Re: [tied] Re: Numerals query again + Ge'ez forms

From: Miguel Carrasquer
Message: 27708
Date: 2003-11-27

On Thu, 27 Nov 2003 14:05:42 +0100 (MET), Harald Hammarstrom
<haha2581@...> wrote:

>I had to go look for my old papers and you are dead right. It's my memory
>that was wrong. I quote unpublished Jan Retsö "Introduction to Sabaean",
>2000. p. 4:
>"The nominal declension
>Most Sabaean nouns (substantives, adjectives and numerals) are declined
>according to states. The two basic ones are the construct and the
>absolute. The construct has no visible marking. The absolute is formed by
>adding the suffix <m>:
><yd> - <ydm>
><hgr> - <hgrm>
>There is no semantic difference between the two states. They serve as
>markers of syntactic relations between nouns. The absolute state can be
>seen as the lexical form of a noun (its quotation form) and is the normal
>form of a noun (substantive or adjective) which is not restricted by
>genitival attributes in a sentence. For the use of the construct state,
>see below, lesson 5 and 6.
>Sabaean distinguishes definiteness by adding a suffix <n> to the noun
>which thus functions as a definite article. The article replaces the
>absolute suffix. Most nouns thus have two independent forms:
><hgrm> 'a town' - <hgrn> 'the town'
>The absolute-suffix is, however, not an indefinite article which is seen
>from its frequent use in proper names which are always definite: <mlkm>
>There's no certain indication that Sabaean had a case-inflection like the
>Arabiyya or Akkadian. It has been assumed that the vocalisation of the
>singular definite state was -a:n but it seems more likely that there was
>an alteration between short and long vowels: -a:n/-an perhaps governed by
>accent. In Arabic there are cases of isolated lexemes ending in a vowel
>+ -n like bilGHa:n-un 'story-teller, gossiper', 3ljan-un 'robust, rough',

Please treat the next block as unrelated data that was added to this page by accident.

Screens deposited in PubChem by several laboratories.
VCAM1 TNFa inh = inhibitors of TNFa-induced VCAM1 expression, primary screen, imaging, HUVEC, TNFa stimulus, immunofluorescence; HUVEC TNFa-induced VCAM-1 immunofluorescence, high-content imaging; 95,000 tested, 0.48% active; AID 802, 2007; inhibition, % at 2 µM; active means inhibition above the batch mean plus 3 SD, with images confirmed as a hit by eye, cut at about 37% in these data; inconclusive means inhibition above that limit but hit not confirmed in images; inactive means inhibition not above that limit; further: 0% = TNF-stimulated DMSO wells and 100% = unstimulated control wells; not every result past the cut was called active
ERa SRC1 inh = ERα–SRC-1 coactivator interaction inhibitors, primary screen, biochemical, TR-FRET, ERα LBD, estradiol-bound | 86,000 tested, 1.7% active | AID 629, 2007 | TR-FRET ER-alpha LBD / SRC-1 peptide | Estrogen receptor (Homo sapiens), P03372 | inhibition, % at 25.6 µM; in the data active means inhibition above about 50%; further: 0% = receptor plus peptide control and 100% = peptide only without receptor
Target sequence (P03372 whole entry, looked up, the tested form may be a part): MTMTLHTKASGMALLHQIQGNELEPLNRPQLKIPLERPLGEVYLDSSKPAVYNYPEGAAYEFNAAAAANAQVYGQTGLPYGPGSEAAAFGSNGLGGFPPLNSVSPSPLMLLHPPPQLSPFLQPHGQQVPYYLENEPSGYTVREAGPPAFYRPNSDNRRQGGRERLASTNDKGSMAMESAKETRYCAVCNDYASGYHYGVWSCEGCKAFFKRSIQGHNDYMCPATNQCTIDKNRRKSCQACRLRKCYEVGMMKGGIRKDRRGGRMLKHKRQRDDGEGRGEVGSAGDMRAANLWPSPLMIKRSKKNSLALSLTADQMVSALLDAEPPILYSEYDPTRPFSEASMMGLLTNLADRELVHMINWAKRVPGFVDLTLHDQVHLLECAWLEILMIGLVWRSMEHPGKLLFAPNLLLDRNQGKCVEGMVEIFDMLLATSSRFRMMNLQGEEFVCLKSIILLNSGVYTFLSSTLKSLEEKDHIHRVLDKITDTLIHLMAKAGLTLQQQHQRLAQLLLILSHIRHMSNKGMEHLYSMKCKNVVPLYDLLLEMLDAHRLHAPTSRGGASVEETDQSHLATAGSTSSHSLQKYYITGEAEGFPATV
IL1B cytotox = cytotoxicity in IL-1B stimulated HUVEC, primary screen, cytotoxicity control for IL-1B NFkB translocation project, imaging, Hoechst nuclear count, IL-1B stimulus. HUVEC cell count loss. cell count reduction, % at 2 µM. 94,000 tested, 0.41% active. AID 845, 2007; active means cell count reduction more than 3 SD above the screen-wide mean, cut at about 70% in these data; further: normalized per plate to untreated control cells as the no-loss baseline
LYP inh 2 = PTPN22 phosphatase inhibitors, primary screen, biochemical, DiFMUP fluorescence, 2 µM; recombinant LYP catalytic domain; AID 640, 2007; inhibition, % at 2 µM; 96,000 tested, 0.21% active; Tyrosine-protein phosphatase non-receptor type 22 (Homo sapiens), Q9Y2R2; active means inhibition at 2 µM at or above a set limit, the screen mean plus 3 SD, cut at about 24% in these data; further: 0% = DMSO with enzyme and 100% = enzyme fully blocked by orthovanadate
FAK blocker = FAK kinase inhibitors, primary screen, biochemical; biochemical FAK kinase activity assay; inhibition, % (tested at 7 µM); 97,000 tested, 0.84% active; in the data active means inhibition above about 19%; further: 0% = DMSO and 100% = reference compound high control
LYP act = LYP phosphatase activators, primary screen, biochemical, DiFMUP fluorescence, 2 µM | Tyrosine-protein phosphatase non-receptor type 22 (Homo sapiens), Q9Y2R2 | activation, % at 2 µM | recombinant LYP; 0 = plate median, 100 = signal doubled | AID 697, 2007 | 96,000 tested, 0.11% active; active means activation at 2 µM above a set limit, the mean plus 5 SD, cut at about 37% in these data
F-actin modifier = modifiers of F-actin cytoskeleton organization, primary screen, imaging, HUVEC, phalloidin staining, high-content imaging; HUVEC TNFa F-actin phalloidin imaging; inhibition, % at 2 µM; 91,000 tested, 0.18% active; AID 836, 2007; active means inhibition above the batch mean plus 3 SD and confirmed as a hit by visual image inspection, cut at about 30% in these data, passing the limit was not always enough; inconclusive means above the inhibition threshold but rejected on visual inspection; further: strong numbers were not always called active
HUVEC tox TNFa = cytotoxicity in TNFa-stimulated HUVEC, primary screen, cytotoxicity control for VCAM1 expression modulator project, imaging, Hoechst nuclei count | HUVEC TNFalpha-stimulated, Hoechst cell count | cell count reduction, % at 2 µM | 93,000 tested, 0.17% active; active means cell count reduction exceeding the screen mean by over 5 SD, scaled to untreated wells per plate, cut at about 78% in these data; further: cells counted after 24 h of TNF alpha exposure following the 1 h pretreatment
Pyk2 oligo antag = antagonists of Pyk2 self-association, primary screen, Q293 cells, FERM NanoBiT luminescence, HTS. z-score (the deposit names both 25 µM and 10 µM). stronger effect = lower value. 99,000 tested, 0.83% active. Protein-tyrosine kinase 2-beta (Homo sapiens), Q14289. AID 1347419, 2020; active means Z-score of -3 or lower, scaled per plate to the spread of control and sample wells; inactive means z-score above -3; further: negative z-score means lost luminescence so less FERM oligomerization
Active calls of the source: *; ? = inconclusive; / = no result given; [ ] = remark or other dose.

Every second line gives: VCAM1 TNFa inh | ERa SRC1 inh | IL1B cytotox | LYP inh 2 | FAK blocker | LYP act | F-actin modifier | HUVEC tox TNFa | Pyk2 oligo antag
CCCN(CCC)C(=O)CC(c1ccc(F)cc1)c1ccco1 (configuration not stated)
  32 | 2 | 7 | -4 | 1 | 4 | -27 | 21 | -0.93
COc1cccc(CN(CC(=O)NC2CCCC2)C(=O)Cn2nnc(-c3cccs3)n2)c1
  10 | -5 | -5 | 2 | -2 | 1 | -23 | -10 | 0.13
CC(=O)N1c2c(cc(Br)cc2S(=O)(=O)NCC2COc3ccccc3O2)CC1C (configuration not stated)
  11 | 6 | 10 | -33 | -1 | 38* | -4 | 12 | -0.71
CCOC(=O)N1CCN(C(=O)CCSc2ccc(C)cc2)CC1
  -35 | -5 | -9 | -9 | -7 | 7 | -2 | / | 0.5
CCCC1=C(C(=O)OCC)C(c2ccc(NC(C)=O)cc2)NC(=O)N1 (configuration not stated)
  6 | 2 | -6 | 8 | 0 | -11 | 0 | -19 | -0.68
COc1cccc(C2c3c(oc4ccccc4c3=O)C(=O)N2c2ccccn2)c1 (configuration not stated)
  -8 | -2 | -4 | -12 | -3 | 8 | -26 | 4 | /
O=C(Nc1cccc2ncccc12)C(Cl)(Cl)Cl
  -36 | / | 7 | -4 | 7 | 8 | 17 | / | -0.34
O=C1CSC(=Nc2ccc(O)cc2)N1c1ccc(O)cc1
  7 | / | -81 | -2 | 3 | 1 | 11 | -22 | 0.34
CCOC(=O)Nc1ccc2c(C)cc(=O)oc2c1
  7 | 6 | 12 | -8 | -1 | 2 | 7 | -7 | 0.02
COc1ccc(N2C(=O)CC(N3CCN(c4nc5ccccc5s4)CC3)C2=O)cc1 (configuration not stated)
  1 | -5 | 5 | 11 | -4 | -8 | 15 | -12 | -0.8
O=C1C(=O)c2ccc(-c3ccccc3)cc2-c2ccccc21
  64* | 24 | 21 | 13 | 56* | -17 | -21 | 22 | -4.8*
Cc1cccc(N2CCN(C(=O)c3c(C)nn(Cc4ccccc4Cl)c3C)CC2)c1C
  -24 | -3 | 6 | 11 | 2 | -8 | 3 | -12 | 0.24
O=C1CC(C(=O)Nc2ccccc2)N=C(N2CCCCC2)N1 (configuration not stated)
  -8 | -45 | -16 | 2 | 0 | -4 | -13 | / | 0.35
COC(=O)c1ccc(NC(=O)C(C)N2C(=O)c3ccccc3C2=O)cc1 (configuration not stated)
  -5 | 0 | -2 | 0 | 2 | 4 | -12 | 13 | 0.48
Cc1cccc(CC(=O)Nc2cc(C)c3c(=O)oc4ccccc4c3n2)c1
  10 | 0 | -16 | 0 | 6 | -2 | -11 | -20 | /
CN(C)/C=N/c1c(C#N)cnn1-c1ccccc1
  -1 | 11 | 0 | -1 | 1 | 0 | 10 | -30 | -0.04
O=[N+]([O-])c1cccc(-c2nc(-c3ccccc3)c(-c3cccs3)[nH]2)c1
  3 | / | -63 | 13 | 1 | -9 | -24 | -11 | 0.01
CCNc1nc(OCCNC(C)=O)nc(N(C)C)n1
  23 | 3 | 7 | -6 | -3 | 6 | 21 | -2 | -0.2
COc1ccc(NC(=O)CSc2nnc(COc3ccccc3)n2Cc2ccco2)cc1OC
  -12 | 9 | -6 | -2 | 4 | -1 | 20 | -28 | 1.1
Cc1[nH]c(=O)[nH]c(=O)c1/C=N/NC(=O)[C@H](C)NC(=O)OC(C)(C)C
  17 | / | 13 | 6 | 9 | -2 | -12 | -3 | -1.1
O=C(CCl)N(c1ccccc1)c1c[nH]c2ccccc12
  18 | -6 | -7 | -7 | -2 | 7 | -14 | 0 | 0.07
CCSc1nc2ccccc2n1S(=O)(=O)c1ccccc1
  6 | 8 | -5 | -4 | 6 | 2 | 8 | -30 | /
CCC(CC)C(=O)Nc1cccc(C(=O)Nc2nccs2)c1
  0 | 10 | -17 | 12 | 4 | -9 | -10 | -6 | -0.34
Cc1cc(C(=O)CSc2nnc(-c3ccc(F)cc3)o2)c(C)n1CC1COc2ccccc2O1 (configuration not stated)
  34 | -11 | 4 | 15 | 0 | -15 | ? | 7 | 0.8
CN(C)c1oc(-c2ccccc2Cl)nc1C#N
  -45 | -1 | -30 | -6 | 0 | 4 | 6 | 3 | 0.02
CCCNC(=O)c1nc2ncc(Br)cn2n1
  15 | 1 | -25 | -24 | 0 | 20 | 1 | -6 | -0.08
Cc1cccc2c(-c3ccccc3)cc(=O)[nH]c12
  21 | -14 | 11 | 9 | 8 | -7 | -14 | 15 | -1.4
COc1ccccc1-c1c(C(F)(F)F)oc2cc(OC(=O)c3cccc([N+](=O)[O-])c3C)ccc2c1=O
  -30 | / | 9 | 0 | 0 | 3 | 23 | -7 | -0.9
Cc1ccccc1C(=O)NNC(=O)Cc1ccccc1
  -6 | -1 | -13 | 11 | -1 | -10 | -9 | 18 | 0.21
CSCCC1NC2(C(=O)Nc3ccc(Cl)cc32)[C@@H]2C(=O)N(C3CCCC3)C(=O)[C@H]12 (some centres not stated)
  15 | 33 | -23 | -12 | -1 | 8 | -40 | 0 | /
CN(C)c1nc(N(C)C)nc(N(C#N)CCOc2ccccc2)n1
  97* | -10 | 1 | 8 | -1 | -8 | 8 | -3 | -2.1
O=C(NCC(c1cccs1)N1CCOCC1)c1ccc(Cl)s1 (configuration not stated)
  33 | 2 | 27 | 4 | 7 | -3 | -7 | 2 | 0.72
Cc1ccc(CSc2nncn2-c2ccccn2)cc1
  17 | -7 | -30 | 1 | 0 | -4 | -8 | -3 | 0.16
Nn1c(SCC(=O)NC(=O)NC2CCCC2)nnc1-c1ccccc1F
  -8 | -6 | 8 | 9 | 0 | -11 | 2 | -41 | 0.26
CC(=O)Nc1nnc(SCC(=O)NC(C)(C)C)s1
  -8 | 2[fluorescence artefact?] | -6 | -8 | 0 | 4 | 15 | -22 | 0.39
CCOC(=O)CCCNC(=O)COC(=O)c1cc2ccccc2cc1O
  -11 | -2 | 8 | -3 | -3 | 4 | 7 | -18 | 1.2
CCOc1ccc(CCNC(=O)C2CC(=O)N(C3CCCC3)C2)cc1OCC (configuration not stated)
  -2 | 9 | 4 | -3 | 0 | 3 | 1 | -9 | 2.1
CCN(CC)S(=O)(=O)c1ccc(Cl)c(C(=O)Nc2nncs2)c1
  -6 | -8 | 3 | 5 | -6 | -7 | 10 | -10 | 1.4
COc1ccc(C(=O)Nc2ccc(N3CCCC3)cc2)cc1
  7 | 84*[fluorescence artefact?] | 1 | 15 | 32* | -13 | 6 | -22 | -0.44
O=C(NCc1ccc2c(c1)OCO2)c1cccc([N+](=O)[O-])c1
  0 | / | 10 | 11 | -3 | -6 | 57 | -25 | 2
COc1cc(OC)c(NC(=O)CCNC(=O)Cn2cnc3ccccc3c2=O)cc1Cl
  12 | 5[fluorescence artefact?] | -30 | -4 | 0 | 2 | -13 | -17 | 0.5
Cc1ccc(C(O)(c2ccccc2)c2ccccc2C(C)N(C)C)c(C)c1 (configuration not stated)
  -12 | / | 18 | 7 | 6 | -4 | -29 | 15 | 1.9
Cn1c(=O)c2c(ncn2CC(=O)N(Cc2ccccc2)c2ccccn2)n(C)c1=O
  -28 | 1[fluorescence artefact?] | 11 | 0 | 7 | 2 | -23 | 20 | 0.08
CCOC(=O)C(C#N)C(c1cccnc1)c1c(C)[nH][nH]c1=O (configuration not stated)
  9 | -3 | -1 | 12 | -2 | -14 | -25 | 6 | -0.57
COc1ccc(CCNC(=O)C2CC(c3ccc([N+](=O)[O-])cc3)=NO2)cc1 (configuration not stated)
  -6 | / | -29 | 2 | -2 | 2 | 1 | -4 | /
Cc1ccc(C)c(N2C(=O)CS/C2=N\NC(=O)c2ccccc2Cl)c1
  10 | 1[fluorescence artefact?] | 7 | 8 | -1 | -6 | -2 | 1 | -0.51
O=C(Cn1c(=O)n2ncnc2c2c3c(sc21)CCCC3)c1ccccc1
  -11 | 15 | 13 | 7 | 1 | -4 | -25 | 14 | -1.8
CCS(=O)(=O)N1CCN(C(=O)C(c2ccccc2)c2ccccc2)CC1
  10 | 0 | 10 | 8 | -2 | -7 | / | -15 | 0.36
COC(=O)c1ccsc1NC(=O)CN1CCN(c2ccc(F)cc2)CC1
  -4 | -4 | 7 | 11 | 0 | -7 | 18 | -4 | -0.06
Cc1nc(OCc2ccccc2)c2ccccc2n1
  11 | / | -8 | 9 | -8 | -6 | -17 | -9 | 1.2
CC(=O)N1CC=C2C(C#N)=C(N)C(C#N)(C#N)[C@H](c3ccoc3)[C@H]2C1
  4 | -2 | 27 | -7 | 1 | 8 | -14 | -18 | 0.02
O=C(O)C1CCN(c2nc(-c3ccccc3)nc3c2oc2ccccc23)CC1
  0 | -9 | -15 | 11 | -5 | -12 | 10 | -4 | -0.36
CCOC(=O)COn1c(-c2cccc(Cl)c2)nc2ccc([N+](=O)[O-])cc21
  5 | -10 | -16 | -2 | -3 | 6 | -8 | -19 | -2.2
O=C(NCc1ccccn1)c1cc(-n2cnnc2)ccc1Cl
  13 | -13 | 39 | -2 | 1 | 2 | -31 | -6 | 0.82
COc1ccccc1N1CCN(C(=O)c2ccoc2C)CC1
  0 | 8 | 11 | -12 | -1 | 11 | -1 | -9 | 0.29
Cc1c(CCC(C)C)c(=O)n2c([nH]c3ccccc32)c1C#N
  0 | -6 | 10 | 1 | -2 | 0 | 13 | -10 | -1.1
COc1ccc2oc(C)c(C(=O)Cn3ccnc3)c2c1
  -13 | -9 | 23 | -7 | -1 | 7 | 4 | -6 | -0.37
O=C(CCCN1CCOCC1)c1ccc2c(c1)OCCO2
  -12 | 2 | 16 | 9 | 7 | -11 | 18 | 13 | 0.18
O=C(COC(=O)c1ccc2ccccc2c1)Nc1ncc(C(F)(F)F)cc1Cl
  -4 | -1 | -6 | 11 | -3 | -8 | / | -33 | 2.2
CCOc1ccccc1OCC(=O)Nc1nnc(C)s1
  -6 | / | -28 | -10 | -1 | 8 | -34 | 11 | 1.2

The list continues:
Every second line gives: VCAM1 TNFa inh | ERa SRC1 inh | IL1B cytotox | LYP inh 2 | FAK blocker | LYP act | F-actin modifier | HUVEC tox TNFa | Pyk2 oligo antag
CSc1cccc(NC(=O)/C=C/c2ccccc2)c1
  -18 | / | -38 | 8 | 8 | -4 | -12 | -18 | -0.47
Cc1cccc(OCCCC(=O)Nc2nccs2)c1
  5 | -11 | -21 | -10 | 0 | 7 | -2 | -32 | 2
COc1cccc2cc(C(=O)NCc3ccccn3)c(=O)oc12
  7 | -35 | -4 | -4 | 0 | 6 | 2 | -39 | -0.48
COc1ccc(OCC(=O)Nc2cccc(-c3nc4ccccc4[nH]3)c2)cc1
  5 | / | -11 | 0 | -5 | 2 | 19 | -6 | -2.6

>firsin-un 'camel's foot', burTun-un 'claw'. The absolute was -am thus:
>baytam. With this should be compared the Arabic words like KHiDrim-un
>'courageous', Duj3um-un 'strong', all probably loanwords from a dialect or
>language (Himyaritic) close to Sabaean(1). Also forms like 'ibnum, 'ibnim,
>'ibnam 'son' are documented in the Arabiyya(2)."

Thanks. If I can summarize, the Sabaean noun had three "states":

contruct absolute definite
-0 -m -n
/-a/? /-am/ -/an/ or /-a:n/

Now I would be very interested in knowing what the plural and dual
equivalents were.

We've been discussing this on sci.lang, where I got side-tracked from
*sab`atu(m) into a discussion about Semitic nunation and mimation in
general. I can give a short resumé of my own views here (although it's a
bit off-topic [a lot, really]):

The way I see it, proto-Semitic had a construct state:

sg. masc. fem.
nom -0 -at-0
acc -0 -at-0
gen -i -at-i
nom -u: -a:t-0/-a:n-0
obl -i: -a:t-i
nom -a: -at-a:
obl -a-i: -at-a-i:

There was a definite state, constructed by adding a old pronominal article
*V, pl./du. *Vn):

sg. masc. fem.
nom -u -at-u
acc -a -at-a
gen -i -at-i
nom -u:-n -a:t-u
obl -i:-n -a:t-i
nom -a:-n -at-a:-n
obl -a-i:-n -at-a-i:-n

Note that the, which already contains the plural marker -a:t- (~
-a:n-) does not add the plural form of the "article".

Finally, there was an "indefinite" state, with *-n (perhaps *-m?) added to
all forms, whether singular, plural and dual:

sg. masc. fem.
nom -u-n -at-u-n
acc -a-n -at-a-n
gen -i-n -at-i-n
nom -u:-n -a:t-u-n
obl -i:-n -a:t-i-n
nom -a:-n -at-a:-n
obl -a-i:-n -at-a-i:-n

Akkadian has a construct and an absolute state, where the absolute state
continues the old "indefinite". The final sequence *-u(:)n becomes
*-u(:)m, and the *-m is analogically extended to the oblique case(s).
After a long vowel, *-m (but not *-n) is dropped. This results in

sg. masc. fem.
nom -u-m -at-u-m
acc -a-m -at-a-m
gen -i-m -at-i-m
nom -u: -a:t-u-m
obl -i: -a:t-i-m
nom -a:-n -at-a:-n
obl -i:-n -at-i:-n

Canaanite (Ugaritic, Phoenician, Hebrew...) also has a construct and an
absolute state, but here the absolute continues the old definite state.
The *-m from *-um/*-u:m has here been extended to the dual as well:

Ugaritic Hebrew
nom -u -at-u
acc -a -at-a -0 -a:(h) < *-ata
gen -i -at-i
nom -u:-m(a) -a:t-u
obl -i:-m(a) -a:t-i -i:m -o:t
nom -a:-m -at-a:-m
obl -i:-m -at-i:-m -ayim -a:tayim

Aramaic is essentially the same, but has generalized nunation:

sg. -0 -a:(h) < *-ata
pl. -i:-n -a:n
du. -a-yi-n -&t-a-yi-n

Note the in -a:n for expected -a:t (Hebrew -o:t).

Arabic maintains all three states:

construct definite indefinite
nom -u -at-u -u -at-u -u-n -at-u-n
acc -a -at-a -a -at-a -a-n -at-a-n
gen -i -at-i -i -at-i -i-n -at-i-n
nom -u: -a:t-u -u:-n(a) -a:t-u -u:-n(a) -a:t-u-n
obl -i: -a:t-i -i:-n(a) -a:t-i -i:-n(a) -a:t-i-n
nom -a: -at-a: -a:-n(i) -at-a:-n(i) -a:-n(i) -at-a:-n(i)
obl -a-y -at-a-y -a-y-n(i) -at-a-y-n(i) -a-y-n(i) -at-a-y-n(i)

As in NW Semitic, the singular of the construct state has been equated with
the singular of the definite stae.

So, I would like to know how Sabaean fits into this.

Miguel Carrasquer Vidal